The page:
October 31, 2021 | Reformation Revelation


 Grace, mercy and peace to you from God our Father and from our Lord and Savior Jesus Christ who with the Holy Spirit is three in one:


 “There once was a boy named Roy, who desperately wanted love and attention from his parents, but he really didn’t know how to receive it. As a result, Roy got into a lot of trouble. He found that he got plenty of attention from his parents from all the trouble that he caused, which seemed close enough to love for a ten-year old boy.
 Every time he got into trouble, his parents would question him long and hard, trying to find out his reasons for the way he acted. ‘Why did you do that, Roy? What’s wrong?’ they would ask. But Roy would just stare at the floor, not answering, not looking at his parents. Finally, his parents would say, ‘You know we will have to punish you for this.’
Roy knew this, and was expecting it. He was familiar with punishment and knew how to cope with it. There would be no TV, no desert after supper, and he would have to stay home after school for a few weeks. Roy never seemed to mind the punishment.


 It was just a part of getting his parents attention. One night, Roy’s parents received a phone call from the police. The officer informed them that Roy and some other boys had vandalized the school. They had been caught in the midst of trying to set a fire in one of the classrooms.


Roy’s parents rushed to the police station and talked to the lieutenant in charge for over an hour. Finally, Roy was released into their custody, after they had agreed to help pay for the damages.
The ride home from the police station was silent. Roy sat between his parents in the front seat, waiting, but no one spoke. When they got home, Roy went to his room and waited for his parent’s usual lecture and the terms of the punishment. Finally, his mother came in, looked at Roy, and said simply, ‘You’ve really hurt us tonight.’ Then she left the room.

Later, Roy’s father came into his room and asked, ‘Roy, do you have homework to do.’ The question took him by surprise. ‘What? Uh, yes, I guess so.’ ‘Well, you’d better get it done.’


Then his dad left the room, leaving Roy staring at his book, wondering what was wrong. At bedtime, his parents came in again. They brought him a snack, and told him that when he had finished eating, he needed to turn out the lights and get some sleep. Then they left, without saying another word.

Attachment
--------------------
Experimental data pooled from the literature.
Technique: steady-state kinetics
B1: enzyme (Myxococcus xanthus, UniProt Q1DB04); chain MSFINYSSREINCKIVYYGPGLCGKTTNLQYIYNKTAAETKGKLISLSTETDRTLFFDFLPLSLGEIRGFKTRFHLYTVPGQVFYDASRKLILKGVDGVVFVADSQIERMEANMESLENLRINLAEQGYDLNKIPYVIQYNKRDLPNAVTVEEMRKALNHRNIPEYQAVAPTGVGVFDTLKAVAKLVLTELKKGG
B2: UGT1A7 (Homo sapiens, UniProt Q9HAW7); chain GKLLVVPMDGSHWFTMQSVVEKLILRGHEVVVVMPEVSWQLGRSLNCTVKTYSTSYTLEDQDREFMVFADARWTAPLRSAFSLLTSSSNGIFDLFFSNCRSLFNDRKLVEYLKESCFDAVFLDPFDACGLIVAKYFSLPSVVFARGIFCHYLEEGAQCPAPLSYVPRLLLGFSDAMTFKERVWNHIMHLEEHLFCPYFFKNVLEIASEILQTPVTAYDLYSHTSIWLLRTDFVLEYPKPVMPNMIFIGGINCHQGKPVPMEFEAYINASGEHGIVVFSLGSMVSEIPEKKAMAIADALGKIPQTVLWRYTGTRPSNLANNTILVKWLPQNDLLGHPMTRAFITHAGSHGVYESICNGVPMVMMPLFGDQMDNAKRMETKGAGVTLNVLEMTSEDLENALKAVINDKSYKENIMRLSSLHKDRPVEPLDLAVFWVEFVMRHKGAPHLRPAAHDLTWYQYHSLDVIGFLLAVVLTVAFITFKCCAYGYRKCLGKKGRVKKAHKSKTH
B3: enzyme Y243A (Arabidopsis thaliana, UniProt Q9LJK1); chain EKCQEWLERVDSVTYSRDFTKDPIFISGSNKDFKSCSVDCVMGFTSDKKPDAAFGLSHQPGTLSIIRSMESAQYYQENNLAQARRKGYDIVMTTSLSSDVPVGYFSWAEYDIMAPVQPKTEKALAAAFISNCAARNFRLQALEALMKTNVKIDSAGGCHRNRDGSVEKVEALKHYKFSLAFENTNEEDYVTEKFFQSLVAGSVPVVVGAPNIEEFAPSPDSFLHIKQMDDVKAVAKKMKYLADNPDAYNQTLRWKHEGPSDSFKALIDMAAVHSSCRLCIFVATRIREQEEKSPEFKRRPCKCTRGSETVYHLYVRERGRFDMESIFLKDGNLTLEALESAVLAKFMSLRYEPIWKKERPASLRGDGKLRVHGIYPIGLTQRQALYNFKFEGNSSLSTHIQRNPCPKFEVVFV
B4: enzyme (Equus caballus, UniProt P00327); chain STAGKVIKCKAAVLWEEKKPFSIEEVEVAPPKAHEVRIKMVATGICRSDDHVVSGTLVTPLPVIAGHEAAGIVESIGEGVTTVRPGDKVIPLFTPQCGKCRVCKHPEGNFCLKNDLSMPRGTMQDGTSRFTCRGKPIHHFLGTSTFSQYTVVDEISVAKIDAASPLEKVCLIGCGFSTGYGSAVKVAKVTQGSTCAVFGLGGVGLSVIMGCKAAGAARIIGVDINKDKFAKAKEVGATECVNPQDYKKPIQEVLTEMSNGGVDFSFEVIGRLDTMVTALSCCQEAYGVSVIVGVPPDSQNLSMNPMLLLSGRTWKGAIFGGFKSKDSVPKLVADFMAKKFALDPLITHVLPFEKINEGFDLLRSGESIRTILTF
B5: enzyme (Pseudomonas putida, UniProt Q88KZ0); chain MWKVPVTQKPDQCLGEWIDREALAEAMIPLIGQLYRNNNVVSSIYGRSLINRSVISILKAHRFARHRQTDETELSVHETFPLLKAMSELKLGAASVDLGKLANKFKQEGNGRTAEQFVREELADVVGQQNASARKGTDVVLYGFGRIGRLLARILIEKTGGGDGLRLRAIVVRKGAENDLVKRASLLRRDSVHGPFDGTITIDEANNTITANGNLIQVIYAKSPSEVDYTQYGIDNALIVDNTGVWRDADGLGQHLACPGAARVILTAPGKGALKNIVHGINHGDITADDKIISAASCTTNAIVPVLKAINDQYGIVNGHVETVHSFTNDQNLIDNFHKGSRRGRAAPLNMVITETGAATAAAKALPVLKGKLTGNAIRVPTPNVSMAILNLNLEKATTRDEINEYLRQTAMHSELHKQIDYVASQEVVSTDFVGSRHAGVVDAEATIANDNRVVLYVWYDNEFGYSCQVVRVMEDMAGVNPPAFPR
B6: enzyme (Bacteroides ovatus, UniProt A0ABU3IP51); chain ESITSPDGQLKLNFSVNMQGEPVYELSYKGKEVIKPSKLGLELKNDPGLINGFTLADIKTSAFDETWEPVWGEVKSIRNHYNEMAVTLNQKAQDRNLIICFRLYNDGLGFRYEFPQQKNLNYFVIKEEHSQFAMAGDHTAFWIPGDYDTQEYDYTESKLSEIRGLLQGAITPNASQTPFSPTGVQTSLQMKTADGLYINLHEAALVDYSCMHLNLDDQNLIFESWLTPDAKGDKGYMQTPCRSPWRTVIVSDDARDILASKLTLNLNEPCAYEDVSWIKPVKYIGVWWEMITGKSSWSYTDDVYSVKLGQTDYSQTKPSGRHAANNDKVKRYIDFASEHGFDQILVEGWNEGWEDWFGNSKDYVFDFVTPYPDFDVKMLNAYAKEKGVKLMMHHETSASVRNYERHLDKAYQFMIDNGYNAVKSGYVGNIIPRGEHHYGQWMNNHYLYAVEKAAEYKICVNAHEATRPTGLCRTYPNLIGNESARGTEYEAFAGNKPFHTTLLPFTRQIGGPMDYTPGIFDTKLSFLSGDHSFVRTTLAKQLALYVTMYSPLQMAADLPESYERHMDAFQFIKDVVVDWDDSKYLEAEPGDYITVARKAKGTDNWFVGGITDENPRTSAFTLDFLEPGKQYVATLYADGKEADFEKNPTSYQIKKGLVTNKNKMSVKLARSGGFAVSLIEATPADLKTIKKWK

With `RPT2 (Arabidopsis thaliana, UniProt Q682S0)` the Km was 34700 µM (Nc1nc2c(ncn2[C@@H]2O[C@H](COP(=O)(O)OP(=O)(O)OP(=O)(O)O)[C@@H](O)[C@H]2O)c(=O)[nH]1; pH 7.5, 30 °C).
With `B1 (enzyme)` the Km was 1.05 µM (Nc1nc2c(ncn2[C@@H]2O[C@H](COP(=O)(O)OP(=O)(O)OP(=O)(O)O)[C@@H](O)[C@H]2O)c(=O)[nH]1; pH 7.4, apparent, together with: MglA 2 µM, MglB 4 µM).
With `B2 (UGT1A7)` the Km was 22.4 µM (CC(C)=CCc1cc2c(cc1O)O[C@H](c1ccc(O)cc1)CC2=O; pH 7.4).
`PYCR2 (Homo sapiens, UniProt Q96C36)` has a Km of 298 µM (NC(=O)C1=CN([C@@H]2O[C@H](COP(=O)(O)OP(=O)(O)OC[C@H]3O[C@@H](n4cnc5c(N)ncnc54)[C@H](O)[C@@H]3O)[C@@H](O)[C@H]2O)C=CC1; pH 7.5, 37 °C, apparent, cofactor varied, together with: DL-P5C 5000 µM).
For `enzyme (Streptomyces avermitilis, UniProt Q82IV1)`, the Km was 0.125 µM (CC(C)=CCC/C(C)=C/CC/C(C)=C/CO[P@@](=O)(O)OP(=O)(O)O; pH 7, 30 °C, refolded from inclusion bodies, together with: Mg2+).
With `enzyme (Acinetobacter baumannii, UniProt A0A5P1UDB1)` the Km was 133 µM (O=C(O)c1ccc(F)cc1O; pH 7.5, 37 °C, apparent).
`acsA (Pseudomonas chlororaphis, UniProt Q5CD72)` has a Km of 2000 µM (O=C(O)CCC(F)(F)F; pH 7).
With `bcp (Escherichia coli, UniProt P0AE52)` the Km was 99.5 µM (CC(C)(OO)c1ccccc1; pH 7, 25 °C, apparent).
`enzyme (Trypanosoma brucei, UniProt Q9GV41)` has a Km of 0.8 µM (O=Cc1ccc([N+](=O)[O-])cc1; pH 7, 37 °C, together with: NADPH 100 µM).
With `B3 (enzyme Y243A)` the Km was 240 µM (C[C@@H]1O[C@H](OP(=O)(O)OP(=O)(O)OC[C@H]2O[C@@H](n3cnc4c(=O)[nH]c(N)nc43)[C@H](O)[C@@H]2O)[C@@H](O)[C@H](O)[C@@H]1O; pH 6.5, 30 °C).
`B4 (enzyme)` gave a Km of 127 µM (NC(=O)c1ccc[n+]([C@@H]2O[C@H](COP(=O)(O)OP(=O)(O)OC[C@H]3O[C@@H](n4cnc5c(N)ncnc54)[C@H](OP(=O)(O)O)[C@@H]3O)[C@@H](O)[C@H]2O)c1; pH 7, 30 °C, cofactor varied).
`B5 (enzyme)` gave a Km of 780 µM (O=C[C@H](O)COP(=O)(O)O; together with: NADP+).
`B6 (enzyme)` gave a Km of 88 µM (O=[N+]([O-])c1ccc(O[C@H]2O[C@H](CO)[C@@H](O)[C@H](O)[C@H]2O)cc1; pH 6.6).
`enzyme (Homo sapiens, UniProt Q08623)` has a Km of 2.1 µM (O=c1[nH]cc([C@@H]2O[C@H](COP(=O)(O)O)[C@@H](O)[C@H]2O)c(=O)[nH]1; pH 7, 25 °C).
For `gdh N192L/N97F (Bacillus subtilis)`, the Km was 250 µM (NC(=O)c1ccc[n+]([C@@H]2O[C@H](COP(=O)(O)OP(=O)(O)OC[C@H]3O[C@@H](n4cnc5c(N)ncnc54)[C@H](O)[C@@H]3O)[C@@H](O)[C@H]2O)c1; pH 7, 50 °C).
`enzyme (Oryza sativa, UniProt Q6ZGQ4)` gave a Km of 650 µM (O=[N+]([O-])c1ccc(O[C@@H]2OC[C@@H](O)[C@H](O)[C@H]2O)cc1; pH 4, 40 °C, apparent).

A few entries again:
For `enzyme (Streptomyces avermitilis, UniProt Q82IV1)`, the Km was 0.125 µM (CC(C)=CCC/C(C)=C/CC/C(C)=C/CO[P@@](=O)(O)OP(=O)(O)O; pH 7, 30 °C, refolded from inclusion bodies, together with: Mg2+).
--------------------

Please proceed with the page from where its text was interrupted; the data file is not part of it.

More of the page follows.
Roy ate his snack, turned out the lights, and laid on his bed for nearly an hour, but he couldn’t sleep. Finally, he jumped up, ran out his room, down the stairs and jumped into his mommy’s lap, crying his heart out. “I’m sorry. I’m sorry I hurt you. I’m sorry I’ve been so bad. Please forgive me.”

 Roy’s parents held him for a long time, shedding a few tears of their own. Out poured all the years of hurt, the need of love and attention, as his parents told him over and over again how much they loved him, in spite of all the things that he had done to disappoint them. That night, Roy finally learned to receive the love and forgiveness his parents felt for him.”


I used this illustration for a couple of reasons. First, I think we can all relate to young Roy in a way. When we think back to our childhood, many of us can remember times when we had done something wrong and hurt our parents in the process. Hopefully, our stories also ended like Roy’s and we came to know our parents love and forgiveness.


 Secondly, I used this story because I think it illustrates the struggle Martin Luther was going through with his heavenly Father. Before Luther came to properly understand grace and forgiveness, his thoughts were focused on the punishment he felt he deserved for his failures to live according to God’s will. Even though he devoted his life to serving God and the church, He had a hard time receiving or even understanding the love of God in his own life. Luther knew God’s commandments and he knew what was expected of him, but he failed to grasp the beauty of God’s mercy.


Then Luther read our Epistle lesson from this morning in Romans chapter 3. In these words Luther experienced unmerited, forgiving love. In this Scripture and through the power of the Holy Spirit, his heart was opened and eager to receive the grace of God and it changed his life forever.